City Lights Q&A series: 'From Vine to Wine'

UNIVERSITY PARK, Pa. — The Penn State Alumni Association will talk with each of the City Lights speakers and share a Q&A for each event in the six-part series that visits major metro areas.

Our next conversation is with Denise Gardner, enology associate at Penn State Extension, which offers educational support for the Pennsylvania wine industry.

Gardner will lead a presentation Thursday at The Mayflower Renaissance in Washington, D.C. This event is sold out, as is the last City Lights event next month in Philadelphia. More information on the City Lights program is available on the Alumni Association’s website.

Penn State Alumni Association: You started in this field at a young age. How did you become interested in winemaking?
Gardner: It was actually the Penn State Ag Science magazine. In ninth grade, we had to take a test on the current edition of the Penn State Ag Science magazine -- that's how they taught incoming freshmen about agriculture -- and in that issue there was a story about an insect that attacked grapevines. I thought, “This is so cool and I want to know more about this.” Then I contacted Penn State so many times, the extension person said, “If you're that interested, do you want to grow them?” He helped me get grape vines, and I planted them on the high school grounds right after my sophomore year.

Penn State Alumni Association: What was the process like learning to grow grapes?
Gardner: It was a very daunting task, and I knew it was going to be because I had read a whole textbook on how to prune grape vines. I knew it was going to take a huge commitment, and it was a really big commitment to grow those vines in the school and make sure they lived. We didn't even get grapes for three years. I graduated without ever seeing grapes on those vines, but it was a really great educational experience.

Penn State Alumni Association: You went three years without seeing grapes? What kept you motivated during this process?
Gardner: Once I started the grape vines, I was committed to it. I wanted to see them succeed, and I was determined to make them succeed. It can be very frustrating, especially for someone who has no idea how to grow them, because you do have to learn pruning techniques. We built a trellis -- which is a wire system that the grapes sit on -- and you have to learn to potentially see where the new growth is going to go. If you don't learn properly, then you don't get fruit, and that has been the failing point for a lot of high school students.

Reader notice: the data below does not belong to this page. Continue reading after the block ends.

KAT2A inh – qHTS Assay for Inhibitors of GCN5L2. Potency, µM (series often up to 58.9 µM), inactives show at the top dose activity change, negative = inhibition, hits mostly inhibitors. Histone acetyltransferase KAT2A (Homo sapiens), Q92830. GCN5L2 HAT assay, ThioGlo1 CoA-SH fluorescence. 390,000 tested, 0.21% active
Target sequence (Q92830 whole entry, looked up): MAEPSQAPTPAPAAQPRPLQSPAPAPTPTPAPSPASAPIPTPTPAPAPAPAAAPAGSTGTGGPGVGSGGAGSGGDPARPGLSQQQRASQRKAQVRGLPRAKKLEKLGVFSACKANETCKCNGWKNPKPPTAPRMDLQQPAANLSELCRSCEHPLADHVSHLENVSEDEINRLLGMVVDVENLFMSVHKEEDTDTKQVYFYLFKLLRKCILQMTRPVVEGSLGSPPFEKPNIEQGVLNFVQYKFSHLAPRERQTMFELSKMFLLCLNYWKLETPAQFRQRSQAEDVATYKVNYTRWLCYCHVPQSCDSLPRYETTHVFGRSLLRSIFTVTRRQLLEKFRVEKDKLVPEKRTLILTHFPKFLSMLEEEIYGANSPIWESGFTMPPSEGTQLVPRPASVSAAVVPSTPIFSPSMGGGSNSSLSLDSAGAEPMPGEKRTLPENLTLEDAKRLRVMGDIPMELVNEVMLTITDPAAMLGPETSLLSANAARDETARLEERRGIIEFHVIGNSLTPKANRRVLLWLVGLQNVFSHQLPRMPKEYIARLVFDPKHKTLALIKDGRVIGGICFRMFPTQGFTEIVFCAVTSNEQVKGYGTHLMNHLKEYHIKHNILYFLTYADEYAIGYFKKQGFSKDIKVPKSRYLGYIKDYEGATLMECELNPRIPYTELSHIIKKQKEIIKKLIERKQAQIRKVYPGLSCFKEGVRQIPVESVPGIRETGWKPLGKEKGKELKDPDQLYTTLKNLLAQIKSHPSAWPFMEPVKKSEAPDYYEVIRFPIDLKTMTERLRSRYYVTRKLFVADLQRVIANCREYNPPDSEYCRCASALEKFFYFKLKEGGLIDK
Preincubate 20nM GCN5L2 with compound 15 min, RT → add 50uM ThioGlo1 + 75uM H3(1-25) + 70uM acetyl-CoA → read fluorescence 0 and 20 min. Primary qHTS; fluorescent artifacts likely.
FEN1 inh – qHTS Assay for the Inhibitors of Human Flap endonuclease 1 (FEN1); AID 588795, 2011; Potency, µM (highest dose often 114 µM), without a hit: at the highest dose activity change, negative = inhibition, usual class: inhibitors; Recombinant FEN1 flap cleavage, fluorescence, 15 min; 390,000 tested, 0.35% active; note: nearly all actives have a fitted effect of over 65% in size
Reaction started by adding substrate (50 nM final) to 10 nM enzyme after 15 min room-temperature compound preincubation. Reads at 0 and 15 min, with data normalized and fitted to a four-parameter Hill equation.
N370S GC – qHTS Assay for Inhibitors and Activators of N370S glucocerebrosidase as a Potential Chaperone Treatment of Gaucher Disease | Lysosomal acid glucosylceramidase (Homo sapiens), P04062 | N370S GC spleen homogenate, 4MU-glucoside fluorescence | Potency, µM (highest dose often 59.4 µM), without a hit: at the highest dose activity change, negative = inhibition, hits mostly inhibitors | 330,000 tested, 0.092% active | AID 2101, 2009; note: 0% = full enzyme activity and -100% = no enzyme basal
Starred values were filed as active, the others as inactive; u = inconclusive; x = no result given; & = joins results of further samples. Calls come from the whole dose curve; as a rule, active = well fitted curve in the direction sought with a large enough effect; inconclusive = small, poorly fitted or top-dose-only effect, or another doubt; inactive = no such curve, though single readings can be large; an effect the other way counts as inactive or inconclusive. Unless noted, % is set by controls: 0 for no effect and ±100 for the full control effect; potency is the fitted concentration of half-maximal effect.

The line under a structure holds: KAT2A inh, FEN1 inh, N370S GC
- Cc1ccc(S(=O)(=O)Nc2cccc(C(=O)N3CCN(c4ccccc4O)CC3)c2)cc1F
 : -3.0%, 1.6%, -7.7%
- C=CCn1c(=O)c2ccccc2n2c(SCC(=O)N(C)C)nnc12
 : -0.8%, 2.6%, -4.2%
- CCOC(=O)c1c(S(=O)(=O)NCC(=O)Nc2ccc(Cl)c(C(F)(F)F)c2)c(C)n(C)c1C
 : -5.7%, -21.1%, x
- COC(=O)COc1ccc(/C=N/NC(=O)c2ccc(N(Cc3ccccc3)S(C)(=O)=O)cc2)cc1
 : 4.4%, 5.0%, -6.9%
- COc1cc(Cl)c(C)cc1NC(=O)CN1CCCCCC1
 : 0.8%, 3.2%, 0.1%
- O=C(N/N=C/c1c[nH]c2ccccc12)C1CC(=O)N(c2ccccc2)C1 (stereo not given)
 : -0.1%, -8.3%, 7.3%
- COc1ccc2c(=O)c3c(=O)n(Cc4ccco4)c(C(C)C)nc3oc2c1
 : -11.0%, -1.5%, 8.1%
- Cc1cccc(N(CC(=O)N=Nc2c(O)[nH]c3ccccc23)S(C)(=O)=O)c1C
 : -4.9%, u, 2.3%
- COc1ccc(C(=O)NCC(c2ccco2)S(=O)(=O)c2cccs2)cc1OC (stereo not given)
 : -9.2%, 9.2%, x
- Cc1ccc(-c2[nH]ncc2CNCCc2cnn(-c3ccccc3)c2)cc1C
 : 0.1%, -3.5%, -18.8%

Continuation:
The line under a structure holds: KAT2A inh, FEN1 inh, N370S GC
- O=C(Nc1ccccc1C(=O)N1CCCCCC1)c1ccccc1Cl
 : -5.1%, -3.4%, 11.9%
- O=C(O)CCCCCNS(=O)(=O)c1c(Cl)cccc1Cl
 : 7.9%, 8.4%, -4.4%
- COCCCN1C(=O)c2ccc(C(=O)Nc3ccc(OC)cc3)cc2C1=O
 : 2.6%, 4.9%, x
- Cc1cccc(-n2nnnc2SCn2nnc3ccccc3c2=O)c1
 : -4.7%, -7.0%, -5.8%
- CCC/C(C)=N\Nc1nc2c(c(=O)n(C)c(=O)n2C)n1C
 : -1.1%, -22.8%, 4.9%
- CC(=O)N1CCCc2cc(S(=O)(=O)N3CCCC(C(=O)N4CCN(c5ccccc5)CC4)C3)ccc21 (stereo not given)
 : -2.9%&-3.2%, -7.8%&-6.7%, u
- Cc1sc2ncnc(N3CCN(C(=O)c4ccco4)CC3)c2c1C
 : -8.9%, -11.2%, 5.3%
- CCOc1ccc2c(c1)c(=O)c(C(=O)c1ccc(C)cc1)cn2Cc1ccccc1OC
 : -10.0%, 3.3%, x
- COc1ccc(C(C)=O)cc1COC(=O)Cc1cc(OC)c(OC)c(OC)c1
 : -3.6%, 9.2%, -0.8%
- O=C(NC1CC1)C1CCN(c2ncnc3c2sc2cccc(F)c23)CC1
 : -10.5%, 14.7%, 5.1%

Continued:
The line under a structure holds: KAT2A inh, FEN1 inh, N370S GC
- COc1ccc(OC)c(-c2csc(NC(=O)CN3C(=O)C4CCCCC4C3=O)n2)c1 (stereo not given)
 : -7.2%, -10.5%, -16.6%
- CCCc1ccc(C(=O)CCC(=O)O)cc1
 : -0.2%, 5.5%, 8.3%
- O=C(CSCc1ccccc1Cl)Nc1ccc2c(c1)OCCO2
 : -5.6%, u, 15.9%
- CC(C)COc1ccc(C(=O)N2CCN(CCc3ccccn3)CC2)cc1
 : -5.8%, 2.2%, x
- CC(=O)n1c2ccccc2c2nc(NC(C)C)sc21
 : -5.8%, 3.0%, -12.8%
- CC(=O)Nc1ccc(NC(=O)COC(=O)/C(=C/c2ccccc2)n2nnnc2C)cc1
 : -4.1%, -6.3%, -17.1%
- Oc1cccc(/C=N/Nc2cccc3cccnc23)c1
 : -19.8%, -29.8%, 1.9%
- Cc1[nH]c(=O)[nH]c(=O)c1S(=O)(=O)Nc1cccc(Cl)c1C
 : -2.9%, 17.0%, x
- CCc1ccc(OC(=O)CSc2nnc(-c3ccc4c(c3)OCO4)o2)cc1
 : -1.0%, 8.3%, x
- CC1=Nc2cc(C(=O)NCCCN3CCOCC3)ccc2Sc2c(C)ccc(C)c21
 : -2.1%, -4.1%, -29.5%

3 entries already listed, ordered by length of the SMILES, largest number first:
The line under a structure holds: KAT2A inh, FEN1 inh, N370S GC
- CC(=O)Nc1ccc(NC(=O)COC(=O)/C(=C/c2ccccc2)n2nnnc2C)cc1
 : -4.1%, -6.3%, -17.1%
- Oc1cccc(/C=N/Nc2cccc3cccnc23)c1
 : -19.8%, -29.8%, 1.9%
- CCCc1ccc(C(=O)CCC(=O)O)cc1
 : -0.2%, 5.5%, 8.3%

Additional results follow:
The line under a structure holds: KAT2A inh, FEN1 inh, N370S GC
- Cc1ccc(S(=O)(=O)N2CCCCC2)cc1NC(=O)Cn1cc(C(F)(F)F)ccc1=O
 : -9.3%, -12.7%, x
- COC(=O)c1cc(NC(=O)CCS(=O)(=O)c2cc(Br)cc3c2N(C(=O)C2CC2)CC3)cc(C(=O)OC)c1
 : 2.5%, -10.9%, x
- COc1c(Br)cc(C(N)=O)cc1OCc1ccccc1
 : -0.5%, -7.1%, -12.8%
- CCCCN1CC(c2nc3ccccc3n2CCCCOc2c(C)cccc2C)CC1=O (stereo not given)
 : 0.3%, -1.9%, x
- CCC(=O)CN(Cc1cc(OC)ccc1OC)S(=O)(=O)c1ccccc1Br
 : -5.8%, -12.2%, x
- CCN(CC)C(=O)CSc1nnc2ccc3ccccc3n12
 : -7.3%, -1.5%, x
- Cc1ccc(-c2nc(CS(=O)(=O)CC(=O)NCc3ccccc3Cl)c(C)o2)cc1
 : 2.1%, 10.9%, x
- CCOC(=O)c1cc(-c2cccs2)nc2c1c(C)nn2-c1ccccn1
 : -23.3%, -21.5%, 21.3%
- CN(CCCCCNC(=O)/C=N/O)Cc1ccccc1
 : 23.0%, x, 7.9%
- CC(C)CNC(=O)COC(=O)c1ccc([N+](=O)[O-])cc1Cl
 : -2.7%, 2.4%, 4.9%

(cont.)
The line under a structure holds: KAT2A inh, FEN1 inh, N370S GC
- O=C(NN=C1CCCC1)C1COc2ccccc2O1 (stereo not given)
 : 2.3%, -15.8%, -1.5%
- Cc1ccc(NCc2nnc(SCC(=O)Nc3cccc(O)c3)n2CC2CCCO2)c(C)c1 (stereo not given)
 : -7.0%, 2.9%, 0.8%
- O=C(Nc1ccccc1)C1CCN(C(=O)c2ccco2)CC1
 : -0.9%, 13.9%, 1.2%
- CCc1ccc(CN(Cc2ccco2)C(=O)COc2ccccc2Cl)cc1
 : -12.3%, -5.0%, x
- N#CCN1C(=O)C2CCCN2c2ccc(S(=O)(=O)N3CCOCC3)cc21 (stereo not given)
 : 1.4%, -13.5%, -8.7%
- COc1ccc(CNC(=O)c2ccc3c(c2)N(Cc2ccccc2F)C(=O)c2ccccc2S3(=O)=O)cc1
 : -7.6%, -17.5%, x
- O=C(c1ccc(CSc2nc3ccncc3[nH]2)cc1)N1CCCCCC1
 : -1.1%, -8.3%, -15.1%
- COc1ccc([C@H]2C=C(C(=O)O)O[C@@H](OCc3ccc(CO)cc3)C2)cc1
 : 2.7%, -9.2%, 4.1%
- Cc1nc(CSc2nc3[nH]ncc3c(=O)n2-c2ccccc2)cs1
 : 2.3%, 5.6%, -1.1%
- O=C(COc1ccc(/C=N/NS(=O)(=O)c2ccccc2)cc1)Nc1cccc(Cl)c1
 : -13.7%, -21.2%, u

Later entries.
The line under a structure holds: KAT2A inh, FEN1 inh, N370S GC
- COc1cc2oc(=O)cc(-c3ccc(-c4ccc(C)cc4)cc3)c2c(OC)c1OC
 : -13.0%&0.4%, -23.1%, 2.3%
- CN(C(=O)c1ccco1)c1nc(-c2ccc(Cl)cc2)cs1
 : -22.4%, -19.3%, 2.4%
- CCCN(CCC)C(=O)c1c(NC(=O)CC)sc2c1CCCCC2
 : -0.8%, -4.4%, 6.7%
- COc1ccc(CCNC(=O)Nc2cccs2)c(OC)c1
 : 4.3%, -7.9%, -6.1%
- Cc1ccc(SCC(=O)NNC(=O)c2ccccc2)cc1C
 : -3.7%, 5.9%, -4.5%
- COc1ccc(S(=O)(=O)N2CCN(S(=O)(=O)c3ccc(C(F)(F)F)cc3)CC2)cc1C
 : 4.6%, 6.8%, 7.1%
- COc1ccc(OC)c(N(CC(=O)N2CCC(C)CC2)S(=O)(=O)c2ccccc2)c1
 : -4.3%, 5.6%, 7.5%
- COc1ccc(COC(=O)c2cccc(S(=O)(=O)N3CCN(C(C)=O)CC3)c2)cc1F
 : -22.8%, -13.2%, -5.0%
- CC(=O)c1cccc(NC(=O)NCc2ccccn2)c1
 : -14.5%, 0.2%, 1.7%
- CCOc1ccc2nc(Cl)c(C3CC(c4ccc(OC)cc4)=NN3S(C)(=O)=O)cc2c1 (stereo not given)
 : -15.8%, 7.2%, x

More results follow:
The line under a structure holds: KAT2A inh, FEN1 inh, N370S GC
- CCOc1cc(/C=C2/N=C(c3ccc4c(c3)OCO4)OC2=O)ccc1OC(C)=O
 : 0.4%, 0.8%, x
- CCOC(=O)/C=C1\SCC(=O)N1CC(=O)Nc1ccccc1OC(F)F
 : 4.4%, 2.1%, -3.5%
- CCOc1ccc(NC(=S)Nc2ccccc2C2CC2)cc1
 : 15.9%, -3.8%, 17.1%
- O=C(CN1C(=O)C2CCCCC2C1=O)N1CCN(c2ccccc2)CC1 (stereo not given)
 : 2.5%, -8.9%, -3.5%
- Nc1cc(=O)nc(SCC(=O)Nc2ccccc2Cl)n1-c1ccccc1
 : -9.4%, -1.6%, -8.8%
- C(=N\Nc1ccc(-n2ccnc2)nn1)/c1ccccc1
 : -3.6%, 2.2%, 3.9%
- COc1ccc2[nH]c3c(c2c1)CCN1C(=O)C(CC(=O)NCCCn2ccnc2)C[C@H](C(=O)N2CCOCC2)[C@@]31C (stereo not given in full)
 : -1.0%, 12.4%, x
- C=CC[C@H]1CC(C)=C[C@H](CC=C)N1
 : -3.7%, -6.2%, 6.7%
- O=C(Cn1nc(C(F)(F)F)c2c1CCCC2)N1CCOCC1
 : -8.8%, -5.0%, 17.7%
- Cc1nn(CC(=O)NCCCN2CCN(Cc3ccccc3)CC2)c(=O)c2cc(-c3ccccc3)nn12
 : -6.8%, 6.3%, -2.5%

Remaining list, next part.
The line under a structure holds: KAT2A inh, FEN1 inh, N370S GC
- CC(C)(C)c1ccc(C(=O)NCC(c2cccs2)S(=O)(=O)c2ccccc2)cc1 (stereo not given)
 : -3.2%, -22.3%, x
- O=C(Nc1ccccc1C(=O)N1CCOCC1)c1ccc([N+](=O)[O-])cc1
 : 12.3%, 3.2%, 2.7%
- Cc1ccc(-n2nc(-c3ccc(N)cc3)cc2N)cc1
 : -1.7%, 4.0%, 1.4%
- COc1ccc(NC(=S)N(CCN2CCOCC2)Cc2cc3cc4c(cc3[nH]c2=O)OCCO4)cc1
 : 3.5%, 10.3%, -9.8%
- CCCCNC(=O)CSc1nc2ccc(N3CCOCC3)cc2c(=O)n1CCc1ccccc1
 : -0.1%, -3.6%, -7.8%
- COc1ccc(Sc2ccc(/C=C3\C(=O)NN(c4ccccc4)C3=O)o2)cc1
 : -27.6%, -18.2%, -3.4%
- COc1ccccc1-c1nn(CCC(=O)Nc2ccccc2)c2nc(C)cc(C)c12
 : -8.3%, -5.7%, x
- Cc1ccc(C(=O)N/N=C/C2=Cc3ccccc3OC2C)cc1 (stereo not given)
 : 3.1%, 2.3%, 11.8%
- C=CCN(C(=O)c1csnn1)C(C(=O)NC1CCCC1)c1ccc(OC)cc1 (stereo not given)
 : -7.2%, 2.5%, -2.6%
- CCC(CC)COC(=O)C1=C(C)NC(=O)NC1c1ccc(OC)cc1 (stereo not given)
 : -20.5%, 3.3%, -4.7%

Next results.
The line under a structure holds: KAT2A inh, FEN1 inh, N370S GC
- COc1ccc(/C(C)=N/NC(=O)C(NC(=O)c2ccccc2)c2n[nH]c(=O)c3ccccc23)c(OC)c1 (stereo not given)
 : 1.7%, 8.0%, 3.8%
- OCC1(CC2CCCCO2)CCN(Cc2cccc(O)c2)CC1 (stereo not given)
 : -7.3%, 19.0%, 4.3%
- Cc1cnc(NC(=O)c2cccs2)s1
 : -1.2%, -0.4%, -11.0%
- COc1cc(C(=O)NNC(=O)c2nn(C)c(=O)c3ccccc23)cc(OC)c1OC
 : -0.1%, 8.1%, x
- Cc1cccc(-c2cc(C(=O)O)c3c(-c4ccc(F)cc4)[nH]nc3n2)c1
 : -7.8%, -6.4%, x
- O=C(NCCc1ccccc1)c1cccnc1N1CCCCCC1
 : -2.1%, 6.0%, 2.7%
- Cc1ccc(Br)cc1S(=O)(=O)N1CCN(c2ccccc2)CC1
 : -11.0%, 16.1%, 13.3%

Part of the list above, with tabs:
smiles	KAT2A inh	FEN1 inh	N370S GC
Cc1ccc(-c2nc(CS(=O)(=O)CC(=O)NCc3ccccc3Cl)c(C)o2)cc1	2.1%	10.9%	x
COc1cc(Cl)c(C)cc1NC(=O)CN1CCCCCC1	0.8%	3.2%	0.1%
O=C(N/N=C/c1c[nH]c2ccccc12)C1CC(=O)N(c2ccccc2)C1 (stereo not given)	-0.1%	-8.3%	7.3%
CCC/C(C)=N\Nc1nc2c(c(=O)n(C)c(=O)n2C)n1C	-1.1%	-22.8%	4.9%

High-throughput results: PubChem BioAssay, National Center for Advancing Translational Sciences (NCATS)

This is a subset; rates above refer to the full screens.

Penn State Alumni Association: From growing grapes in high school, how did your interest in winemaking evolve into a passion, and now a career?
Gardner: I was very determined to watch the grapes take off because we put this little grape arbor of 30 vines right against the main road of the high school; and when people drove by, you always saw people turn their heads and go, “What is that,” and it amused me. I enjoyed it. I enjoyed knowing that was something that I had done, so I had a lot of determination to make it work. From that point, the more people I met in the industry, the more interest I got because there was just so much enthusiasm around this young, whip-of-a-kid asking questions about how to make wine. It was amazing to me how many people invested time into me. Once somebody invested time into my success, it made me want to do it. It just kept proliferating into that, and eventually at some point, it became a career option. I thought, "I can really go into this and do this for a living."

Penn State Alumni Association: What message will you share during your presentation?
Gardner: The first thing I'm hoping to show is how much our experiences at Penn State can really start a positive feedback loop for your career. The story about the Penn State agricultural magazine is very near and dear to me, because not only was that the driving force in my career, but it launched me into a lot of other opportunities and was a big part of me wanting to come back here and give back to the community that helped me. Additionally, I hope I encourage a love of wine. Wine is not as trendy right now as the beer and distilled industries, but I think that’s because it seems daunting to people. It seems confusing and overwhelming, so I'm hoping that people can take away some information from my presentation and think it's really not that scary.

Penn State Alumni Association: You mentor students and have received many honors, and also serve as a volunteer judge. What motivates you to stay so connected and take on a leadership role within your career field, especially at such a young age?
Gardner: I do try to mentor students; it's important and it's probably the thing I'm most proud about. In terms of helping other people create their careers, I like being a part of that and being that positive influence, investing time into them the way that people here invested time into me. City Lights gives me an opportunity to touch base with alumni, and I'm hoping to encourage them to do the same, because that's the strength of the Penn State Alumni Association.

Last Updated May 18, 2015